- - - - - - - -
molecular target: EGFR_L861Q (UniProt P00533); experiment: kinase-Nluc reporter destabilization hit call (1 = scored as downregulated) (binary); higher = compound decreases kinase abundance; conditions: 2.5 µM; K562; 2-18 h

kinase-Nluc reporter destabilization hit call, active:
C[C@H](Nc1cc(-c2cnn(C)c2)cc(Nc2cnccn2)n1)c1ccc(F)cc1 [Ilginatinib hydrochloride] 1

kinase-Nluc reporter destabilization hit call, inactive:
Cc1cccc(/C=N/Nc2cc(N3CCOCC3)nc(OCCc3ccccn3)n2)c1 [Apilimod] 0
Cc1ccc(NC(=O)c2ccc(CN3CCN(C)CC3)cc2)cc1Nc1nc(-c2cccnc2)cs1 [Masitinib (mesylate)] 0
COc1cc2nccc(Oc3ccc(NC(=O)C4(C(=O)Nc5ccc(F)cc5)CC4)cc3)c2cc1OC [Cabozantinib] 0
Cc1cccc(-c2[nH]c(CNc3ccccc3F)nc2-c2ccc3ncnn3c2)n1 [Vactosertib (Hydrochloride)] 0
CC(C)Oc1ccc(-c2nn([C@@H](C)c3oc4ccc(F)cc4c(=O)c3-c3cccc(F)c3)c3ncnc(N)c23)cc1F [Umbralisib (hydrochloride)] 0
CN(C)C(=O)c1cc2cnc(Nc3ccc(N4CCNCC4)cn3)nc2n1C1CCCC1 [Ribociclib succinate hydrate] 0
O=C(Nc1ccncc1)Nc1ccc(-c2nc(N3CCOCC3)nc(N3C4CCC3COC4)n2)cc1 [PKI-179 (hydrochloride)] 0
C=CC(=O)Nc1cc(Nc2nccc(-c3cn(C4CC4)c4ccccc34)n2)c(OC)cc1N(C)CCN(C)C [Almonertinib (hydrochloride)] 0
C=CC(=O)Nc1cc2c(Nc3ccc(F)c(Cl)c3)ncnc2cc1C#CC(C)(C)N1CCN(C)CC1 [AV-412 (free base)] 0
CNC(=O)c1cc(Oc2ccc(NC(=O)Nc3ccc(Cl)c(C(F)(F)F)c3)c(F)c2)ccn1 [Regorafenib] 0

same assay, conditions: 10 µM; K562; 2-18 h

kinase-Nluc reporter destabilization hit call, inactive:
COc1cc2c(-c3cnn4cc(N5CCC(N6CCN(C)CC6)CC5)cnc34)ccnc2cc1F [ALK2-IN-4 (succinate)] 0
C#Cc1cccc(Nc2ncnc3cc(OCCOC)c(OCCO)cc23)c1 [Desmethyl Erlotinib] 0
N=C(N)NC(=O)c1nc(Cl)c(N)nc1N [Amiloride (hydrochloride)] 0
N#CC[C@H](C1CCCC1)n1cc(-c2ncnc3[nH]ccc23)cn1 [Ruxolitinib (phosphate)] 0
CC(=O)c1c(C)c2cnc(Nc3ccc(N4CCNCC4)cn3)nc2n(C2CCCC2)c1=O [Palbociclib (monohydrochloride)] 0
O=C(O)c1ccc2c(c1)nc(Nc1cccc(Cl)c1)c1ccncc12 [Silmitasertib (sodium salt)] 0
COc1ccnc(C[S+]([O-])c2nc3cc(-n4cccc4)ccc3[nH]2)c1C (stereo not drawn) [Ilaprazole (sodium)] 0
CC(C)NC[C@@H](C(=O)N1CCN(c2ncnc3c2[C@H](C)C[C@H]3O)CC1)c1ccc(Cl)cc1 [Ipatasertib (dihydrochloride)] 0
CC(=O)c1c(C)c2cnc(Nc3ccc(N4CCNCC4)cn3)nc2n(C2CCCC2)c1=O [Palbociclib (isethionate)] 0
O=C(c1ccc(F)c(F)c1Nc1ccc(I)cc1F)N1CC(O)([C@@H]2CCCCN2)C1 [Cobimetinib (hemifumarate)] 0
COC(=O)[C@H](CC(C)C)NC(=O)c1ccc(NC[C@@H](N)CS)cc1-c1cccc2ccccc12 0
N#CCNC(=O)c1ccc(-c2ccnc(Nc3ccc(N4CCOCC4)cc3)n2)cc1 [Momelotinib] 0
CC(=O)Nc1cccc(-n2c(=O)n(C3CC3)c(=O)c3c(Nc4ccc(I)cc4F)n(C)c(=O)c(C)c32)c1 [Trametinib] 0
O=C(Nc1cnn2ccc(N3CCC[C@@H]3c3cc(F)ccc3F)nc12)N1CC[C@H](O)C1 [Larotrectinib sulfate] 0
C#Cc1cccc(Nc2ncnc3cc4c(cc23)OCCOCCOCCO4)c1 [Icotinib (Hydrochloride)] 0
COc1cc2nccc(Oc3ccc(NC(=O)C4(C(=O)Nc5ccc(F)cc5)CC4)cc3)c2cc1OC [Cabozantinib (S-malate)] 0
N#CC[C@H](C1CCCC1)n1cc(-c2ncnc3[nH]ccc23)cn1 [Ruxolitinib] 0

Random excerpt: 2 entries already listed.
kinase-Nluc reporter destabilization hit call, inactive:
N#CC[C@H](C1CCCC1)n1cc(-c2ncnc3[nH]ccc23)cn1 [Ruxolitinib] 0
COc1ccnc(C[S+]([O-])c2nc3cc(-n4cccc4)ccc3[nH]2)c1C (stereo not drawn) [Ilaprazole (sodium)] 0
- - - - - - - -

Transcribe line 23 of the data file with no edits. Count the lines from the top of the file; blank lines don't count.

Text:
COc1ccnc(C[S+]([O-])c2nc3cc(-n4cccc4)ccc3[nH]2)c1C (stereo not drawn) [Ilaprazole (sodium)] 0